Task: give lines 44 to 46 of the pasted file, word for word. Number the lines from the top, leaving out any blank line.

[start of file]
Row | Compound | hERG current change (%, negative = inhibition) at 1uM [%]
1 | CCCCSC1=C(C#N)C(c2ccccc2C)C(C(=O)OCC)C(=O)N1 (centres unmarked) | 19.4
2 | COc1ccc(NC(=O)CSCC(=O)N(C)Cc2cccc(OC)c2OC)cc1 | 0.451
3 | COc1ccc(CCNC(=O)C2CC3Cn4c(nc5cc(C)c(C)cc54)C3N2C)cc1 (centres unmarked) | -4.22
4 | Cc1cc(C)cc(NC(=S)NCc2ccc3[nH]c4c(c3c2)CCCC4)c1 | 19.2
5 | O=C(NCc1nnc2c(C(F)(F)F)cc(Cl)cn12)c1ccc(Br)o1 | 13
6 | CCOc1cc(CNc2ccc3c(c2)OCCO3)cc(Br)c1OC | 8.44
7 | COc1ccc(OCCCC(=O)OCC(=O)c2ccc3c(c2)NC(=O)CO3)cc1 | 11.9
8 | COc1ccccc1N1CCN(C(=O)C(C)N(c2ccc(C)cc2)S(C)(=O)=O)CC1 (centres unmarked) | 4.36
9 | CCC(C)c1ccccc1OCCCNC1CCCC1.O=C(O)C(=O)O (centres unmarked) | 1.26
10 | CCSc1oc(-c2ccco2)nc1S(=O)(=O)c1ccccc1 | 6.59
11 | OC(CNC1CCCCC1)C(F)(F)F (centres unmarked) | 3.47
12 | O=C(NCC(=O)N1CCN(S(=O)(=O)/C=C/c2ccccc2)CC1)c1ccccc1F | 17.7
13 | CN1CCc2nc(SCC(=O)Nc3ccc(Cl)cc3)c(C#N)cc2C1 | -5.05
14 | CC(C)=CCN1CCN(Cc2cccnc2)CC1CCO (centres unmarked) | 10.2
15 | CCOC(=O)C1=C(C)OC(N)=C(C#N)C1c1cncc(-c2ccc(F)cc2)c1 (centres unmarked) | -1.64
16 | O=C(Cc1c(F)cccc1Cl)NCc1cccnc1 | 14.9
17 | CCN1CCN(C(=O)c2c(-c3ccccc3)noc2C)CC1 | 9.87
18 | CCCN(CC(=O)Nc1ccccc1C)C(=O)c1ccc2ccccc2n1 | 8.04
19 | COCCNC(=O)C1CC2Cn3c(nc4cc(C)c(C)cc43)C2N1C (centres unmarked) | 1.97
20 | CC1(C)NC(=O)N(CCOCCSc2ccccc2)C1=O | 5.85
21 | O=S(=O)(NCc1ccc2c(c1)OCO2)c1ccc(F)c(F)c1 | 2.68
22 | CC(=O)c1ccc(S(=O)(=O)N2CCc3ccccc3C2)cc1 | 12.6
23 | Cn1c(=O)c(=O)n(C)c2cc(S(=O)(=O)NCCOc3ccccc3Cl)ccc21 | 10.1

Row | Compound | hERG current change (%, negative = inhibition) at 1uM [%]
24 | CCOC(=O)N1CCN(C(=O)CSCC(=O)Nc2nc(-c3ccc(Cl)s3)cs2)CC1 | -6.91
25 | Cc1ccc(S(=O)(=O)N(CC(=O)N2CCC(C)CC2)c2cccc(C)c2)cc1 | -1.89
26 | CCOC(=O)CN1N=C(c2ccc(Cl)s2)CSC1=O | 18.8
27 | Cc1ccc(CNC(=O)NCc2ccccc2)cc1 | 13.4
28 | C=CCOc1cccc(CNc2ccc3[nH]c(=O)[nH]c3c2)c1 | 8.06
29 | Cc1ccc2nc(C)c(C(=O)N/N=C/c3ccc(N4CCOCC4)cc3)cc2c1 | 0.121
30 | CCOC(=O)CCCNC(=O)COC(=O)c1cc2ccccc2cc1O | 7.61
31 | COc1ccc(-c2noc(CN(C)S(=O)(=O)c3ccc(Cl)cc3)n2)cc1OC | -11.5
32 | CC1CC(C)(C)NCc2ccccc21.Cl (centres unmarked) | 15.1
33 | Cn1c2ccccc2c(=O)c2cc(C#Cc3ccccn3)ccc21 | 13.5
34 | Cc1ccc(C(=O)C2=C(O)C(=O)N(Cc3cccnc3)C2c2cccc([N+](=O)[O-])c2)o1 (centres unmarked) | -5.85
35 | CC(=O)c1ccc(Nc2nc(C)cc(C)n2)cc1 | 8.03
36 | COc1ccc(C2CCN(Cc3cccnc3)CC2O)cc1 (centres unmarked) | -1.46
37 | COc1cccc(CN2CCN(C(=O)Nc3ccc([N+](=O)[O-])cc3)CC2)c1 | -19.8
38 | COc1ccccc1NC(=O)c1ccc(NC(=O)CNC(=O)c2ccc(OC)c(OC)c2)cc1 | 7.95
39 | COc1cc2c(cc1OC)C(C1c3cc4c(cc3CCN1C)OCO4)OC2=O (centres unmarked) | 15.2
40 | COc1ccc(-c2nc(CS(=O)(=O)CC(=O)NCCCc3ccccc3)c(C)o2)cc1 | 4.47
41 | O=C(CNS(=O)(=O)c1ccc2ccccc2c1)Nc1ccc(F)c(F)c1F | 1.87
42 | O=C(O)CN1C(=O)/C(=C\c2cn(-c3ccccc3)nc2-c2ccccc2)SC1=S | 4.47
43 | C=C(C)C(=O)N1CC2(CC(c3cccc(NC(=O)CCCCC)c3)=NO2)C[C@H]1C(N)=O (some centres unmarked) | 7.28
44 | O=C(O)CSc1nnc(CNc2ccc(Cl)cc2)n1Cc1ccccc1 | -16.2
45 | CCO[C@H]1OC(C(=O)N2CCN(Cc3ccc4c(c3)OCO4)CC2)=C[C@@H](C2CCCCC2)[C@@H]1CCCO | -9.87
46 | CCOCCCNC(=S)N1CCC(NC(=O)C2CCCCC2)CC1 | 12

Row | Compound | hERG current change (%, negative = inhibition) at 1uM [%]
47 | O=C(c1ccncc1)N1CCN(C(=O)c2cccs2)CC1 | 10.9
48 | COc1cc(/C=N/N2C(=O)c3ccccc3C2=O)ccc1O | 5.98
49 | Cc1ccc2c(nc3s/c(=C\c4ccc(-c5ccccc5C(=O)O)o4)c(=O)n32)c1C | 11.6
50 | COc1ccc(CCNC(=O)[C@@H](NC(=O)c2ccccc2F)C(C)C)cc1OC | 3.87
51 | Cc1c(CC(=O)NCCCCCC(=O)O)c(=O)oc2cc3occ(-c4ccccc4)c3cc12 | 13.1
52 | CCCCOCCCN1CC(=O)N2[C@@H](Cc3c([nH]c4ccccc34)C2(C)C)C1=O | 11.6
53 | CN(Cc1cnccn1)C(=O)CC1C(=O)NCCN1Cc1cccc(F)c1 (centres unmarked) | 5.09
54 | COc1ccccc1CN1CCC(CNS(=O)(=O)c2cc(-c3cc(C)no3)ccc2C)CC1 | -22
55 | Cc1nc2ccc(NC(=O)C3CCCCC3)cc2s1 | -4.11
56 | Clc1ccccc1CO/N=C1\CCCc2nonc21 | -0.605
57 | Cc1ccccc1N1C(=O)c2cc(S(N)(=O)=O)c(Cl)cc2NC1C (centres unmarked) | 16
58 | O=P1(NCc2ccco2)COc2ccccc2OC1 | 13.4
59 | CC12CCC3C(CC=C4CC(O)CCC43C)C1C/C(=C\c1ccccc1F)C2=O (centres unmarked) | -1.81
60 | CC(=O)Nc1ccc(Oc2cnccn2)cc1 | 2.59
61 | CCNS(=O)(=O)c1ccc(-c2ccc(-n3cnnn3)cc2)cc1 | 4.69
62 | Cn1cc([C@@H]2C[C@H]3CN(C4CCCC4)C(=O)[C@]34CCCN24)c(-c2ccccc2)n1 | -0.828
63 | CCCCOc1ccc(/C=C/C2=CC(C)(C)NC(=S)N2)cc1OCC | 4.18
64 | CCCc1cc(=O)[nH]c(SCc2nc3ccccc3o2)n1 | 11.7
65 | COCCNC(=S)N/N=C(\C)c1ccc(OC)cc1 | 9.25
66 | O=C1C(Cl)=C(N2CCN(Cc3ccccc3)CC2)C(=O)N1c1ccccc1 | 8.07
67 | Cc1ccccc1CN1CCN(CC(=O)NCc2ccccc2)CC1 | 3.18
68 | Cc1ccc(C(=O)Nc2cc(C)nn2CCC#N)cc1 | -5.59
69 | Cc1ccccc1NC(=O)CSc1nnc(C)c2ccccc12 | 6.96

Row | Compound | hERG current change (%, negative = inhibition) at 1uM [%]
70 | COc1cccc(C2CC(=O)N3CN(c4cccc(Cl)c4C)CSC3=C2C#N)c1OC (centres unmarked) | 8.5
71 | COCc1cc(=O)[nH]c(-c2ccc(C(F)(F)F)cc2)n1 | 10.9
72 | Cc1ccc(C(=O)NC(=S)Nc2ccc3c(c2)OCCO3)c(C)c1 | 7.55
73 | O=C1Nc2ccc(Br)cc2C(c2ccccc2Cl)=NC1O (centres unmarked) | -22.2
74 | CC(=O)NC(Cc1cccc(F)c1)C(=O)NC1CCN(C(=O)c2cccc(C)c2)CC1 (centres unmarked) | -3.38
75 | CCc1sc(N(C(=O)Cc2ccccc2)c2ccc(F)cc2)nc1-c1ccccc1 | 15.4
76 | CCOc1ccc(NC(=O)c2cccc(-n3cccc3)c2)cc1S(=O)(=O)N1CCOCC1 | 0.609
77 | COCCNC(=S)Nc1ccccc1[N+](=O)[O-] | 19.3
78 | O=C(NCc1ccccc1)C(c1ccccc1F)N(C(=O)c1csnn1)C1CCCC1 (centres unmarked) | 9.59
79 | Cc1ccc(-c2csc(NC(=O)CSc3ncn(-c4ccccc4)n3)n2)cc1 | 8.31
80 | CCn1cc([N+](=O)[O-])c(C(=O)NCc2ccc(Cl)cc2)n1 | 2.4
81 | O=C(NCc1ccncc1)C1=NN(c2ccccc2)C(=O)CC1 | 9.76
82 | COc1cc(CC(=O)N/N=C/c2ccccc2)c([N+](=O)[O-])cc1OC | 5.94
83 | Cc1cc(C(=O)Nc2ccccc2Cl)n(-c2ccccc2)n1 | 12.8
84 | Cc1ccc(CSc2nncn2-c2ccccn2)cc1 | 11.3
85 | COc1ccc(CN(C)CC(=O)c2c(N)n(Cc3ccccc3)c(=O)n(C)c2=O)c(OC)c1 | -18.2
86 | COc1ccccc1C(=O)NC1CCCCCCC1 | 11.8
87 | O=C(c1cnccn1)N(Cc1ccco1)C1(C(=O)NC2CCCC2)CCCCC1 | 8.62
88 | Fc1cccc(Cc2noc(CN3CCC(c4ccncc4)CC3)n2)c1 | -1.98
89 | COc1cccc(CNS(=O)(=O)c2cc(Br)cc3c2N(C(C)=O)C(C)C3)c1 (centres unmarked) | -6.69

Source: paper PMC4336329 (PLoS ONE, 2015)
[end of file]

42 | O=C(O)CN1C(=O)/C(=C\c2cn(-c3ccccc3)nc2-c2ccccc2)SC1=S | 4.47
43 | C=C(C)C(=O)N1CC2(CC(c3cccc(NC(=O)CCCCC)c3)=NO2)C[C@H]1C(N)=O (some centres unmarked) | 7.28
44 | O=C(O)CSc1nnc(CNc2ccc(Cl)cc2)n1Cc1ccccc1 | -16.2